Demanding Stronger Fish Advisories
Beginning in 1986, US states bordering the Great Lakes and the Canadian province of Ontario had begun working on uniform advisory guidelines for fish consumption. During the 1990s, new research into the behavioral effects that toxins had had on childbearing women and their children led to a dramatic increase in the number advisories about Great Lakes fish. By 1997, Ontario and every US state but Michigan had signed onto the guidelines.
The results of a longitudinal study coordinated by Dr. Thomas Darvill and presented at the Ecology Center’s conference “The Environmental Connection: Rising Rates of Breast Cancer, Reproductive Disorders and Children’s Disease" provided cause for concern about eating fish from the Great Lakes. The findings revealed that maternal consumption of fish contaminated with a range of persistent chemicals led to detrimental behavioral effects on the health of newborns and children. Prior to this study, little was known about the behavioral implications for humans exposed to these persistent chemicals as infants and children. Darvill's study had tested nearly 700 newborns and found abnormal reflexes, less mature autonomic responses, and less developed attention to visual and auditory stimuli in the babies born to mothers who consumed high amounts of Lake Ontario fish.
Organizations like the Michigan Environmental Council were skeptical of Governor Engler's reluctance to adopt the advisory. In a letter addressed to the Council of Great Lakes, the governor argued that, in addition to potential economic setbacks caused by limiting the fishery, Michigan's existing advisories were more protective than levels set by the FDA for supermarket fish. In their rebuttal, the MEC's Carol Misseldine countered that the FDA levels were not designed to protect frequent consumers of sportfish, that they were not based on the latest evidentiary science, and that federal regulations only applied to cancer risks. Furthermore, proponents of stronger advisories argued, existing regulations did not consider the vulnerability of sensitive populations, such as pregnant women and children, to persistent toxins. In refusing to adopt the advisory, Engler was ignoring the advice of scientists, physicians, toxicologists, his advisory board, and every other Great Lakes state. In addition, the governor chose to overlook evidence showing that children of women who continued to eat contaminated fish from the Great Lakes had more learning and developmental difficulties when compared with other children.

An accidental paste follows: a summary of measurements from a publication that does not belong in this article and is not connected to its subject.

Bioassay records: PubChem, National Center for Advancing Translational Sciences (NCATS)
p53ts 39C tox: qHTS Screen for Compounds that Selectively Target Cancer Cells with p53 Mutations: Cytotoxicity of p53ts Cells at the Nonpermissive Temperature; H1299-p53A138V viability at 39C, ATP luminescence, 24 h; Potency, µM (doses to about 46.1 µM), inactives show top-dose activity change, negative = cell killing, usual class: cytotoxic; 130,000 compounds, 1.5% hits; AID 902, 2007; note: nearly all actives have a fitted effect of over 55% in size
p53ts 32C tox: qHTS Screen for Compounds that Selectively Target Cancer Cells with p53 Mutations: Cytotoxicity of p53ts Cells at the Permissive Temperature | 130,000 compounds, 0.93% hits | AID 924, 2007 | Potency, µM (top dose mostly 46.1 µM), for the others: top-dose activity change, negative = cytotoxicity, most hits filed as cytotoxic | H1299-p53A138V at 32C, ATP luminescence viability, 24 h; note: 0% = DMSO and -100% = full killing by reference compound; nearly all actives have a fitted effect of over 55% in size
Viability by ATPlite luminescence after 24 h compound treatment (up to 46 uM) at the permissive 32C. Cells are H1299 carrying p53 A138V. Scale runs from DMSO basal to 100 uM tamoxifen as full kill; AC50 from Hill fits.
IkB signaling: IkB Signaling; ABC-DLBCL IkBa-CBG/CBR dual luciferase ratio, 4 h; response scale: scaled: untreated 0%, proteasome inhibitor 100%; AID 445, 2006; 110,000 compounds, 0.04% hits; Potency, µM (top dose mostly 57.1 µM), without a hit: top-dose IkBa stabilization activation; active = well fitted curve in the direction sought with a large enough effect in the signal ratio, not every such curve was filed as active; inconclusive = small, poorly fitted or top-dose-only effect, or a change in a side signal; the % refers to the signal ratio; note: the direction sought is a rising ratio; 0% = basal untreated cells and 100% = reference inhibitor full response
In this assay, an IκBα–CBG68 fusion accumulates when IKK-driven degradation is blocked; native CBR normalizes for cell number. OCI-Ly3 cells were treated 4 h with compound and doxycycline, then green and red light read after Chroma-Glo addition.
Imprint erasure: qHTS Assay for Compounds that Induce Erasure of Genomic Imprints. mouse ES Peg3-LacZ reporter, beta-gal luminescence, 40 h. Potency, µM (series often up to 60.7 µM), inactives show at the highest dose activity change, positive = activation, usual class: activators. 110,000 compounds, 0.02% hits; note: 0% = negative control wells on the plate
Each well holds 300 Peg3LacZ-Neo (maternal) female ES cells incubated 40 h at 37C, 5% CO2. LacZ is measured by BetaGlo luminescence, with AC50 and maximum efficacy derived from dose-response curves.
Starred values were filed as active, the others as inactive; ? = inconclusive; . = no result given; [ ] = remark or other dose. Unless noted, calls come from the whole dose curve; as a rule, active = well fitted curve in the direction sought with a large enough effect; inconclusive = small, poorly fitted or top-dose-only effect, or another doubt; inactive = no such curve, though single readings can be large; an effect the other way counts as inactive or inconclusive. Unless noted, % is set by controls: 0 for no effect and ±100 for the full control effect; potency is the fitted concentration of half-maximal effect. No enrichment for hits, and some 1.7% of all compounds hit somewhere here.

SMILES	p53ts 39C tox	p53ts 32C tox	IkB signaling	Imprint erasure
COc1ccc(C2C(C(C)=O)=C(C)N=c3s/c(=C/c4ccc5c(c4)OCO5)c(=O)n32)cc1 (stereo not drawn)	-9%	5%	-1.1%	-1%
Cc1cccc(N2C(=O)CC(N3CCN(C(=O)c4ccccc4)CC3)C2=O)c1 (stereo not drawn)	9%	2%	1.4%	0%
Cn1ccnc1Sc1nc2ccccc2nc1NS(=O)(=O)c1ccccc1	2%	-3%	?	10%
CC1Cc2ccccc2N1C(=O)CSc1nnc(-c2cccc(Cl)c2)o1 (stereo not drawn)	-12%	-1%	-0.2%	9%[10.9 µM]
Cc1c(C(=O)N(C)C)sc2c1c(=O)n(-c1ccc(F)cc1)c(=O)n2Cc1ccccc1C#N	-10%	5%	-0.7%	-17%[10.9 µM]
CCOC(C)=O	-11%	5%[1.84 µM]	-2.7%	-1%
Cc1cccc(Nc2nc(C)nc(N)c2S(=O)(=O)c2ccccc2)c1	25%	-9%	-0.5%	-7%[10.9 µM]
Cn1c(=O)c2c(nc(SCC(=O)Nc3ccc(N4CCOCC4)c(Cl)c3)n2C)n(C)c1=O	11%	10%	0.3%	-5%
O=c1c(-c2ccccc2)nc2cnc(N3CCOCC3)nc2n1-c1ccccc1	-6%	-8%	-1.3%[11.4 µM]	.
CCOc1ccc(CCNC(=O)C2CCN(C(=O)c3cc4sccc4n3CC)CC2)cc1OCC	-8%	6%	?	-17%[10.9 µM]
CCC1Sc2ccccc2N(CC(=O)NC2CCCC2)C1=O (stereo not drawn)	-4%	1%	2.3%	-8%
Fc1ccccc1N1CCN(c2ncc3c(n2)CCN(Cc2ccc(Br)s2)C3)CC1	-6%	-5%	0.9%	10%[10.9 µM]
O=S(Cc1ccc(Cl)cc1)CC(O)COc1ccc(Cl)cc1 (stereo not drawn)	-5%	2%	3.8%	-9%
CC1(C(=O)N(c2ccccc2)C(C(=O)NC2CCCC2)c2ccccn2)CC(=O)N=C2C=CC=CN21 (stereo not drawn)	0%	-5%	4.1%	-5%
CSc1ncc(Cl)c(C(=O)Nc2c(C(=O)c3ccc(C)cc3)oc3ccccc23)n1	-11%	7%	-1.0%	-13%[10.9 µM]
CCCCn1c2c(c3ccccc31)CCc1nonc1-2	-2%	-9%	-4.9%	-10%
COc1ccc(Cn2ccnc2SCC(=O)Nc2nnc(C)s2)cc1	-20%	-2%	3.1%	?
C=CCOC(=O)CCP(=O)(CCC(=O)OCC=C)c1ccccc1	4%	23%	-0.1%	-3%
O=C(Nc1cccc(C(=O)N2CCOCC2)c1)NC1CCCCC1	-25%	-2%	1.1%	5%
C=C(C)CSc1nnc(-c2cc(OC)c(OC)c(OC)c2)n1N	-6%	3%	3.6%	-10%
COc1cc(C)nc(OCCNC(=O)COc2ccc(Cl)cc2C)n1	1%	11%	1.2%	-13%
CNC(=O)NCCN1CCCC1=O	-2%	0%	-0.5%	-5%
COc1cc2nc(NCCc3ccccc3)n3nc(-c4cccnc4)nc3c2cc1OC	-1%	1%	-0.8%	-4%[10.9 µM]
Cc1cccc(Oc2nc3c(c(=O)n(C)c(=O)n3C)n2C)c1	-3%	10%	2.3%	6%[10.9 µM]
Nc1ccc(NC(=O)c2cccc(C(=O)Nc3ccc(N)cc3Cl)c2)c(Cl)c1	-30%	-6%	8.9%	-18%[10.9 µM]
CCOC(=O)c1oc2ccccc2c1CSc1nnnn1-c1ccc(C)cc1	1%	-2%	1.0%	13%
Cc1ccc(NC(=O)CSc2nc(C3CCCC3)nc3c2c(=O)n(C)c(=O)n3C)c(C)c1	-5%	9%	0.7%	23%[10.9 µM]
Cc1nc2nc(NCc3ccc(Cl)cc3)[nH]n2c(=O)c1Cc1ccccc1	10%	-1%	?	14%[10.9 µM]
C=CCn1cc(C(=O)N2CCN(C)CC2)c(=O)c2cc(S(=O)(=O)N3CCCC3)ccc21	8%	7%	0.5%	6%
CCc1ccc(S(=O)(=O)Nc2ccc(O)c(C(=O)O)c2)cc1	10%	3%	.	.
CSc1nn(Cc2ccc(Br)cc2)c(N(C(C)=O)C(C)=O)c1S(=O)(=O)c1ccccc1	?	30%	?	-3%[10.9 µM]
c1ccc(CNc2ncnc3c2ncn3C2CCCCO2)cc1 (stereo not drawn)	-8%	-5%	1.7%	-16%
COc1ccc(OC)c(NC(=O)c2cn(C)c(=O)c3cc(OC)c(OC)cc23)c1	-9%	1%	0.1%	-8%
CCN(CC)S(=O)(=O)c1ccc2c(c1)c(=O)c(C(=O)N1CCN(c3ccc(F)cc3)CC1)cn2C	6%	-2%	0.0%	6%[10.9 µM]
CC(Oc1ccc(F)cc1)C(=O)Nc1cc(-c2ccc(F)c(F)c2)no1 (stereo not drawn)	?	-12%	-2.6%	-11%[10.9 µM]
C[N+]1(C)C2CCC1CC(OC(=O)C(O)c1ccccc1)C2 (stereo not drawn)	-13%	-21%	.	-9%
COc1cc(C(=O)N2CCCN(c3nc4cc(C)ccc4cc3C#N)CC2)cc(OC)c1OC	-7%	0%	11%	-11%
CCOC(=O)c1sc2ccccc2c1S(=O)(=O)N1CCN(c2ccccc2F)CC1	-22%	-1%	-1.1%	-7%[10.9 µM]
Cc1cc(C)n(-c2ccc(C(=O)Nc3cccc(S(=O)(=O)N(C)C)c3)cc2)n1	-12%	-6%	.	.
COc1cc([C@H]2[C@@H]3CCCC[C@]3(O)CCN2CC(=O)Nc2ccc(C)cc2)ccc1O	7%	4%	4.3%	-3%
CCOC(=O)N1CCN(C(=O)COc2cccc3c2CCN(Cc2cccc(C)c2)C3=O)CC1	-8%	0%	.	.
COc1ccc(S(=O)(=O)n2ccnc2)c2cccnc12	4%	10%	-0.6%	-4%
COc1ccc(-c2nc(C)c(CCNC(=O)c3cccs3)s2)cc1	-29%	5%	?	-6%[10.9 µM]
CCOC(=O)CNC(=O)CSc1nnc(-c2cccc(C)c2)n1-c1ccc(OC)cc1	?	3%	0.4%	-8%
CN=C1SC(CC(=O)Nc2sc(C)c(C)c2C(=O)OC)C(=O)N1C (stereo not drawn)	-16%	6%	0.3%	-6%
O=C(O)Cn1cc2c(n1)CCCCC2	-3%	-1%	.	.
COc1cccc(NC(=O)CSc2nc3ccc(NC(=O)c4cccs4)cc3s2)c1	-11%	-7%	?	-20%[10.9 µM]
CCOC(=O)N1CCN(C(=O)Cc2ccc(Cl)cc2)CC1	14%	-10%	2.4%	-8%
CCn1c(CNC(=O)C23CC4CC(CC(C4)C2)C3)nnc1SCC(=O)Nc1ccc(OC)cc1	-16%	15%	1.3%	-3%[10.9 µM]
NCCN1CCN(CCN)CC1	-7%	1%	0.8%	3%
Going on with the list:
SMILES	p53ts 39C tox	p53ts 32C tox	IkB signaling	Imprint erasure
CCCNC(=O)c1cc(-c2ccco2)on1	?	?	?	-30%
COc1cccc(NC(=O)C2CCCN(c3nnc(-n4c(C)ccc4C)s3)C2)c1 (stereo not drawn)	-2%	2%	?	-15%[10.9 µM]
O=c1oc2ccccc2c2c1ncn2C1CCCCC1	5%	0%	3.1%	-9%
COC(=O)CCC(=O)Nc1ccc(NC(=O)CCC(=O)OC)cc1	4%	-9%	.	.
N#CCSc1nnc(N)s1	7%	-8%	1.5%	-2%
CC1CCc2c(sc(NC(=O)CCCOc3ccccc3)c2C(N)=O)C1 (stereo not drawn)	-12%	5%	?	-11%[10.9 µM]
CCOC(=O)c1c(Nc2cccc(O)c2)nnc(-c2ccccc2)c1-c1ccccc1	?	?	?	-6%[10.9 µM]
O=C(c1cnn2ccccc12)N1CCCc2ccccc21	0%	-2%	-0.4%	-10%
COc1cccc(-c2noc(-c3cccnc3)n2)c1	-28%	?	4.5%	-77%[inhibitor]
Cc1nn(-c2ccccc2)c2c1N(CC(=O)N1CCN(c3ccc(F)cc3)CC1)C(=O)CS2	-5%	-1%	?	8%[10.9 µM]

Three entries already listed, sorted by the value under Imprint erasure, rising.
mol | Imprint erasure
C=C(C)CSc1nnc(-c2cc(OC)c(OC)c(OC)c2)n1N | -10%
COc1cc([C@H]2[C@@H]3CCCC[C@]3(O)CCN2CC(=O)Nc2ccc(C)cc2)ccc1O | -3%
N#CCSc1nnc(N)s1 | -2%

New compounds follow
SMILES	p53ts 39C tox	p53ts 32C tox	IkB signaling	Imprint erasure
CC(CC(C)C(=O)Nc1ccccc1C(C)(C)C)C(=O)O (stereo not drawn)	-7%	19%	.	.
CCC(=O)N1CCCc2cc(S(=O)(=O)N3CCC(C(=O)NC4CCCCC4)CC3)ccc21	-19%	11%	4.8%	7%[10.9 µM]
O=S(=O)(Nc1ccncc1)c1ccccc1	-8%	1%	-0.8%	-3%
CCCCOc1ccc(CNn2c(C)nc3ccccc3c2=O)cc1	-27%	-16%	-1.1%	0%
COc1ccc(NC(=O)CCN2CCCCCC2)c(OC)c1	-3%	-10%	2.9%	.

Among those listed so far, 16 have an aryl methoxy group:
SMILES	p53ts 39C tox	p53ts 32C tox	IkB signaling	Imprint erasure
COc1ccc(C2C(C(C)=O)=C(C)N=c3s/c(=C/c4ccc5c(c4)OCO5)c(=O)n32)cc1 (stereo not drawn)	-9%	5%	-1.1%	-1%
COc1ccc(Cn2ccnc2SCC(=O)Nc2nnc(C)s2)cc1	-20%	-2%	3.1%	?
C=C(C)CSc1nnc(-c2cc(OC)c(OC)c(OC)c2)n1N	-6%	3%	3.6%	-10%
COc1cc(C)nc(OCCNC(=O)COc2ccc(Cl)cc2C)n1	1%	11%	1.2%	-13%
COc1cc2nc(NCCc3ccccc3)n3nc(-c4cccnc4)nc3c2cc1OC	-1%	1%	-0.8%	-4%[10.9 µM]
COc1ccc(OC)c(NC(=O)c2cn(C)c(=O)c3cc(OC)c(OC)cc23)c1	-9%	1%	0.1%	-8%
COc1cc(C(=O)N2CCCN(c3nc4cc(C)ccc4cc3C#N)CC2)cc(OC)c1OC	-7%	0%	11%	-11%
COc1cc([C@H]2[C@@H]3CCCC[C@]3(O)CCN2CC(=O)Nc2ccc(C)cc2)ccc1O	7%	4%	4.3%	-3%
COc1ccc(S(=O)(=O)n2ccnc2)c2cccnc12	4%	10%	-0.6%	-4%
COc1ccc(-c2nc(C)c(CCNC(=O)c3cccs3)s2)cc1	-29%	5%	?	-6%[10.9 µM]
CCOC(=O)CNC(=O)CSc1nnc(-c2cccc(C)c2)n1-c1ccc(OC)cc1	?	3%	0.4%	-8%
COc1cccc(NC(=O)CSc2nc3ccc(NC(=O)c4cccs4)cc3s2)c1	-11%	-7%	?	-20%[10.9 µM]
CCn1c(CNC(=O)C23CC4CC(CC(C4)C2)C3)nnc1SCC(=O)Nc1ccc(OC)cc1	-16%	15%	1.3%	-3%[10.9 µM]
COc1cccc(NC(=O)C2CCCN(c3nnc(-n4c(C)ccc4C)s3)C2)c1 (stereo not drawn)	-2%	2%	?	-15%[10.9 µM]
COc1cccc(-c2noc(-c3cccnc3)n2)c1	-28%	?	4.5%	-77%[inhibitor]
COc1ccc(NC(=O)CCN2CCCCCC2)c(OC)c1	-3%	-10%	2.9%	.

The US Environmental Protection Agency warned Michigan that they would publish their own warning if the state did not act. State Representative Mary Schroer, who represented west Washtenaw County, announced a bill that would force the state to adopt the Uniform Advisory. This bill passed in the House 101-4 but faced a challenge in the Senate. This is where the EC stepped in. The EC, working with the National Wildlife Federation, the Michigan Environmental Council and other environmental groups, pressured Michigan to adopt more restrictive health advisories about the risks of eating Great Lakes fish. They met with public health officials under the Engler Administration, and when direct appeals didn’t work, they started the Paper Plate Campaign.
Paper plates were an unconventional form of activism. In February 1997, the EC advertised the campaign in their newsletters and encouraged everyone in the community to decorate a paper plate with a picture of a fish and a personal message about the need to adopt the Uniform Fish Advisory. They even suggested possible slogans such as “we need good advice, not fish tales,” “don’t play politics with our health,” and “what you don’t know CAN hurt you.” A significant volume of paper plates made their way to Lansing where they were noticed by the state. The EC used the successful campaign to strengthen fish advisories and stipulate the posting of warnings at fishing sites, but it took a lot of effort and participation from the community and EC staff.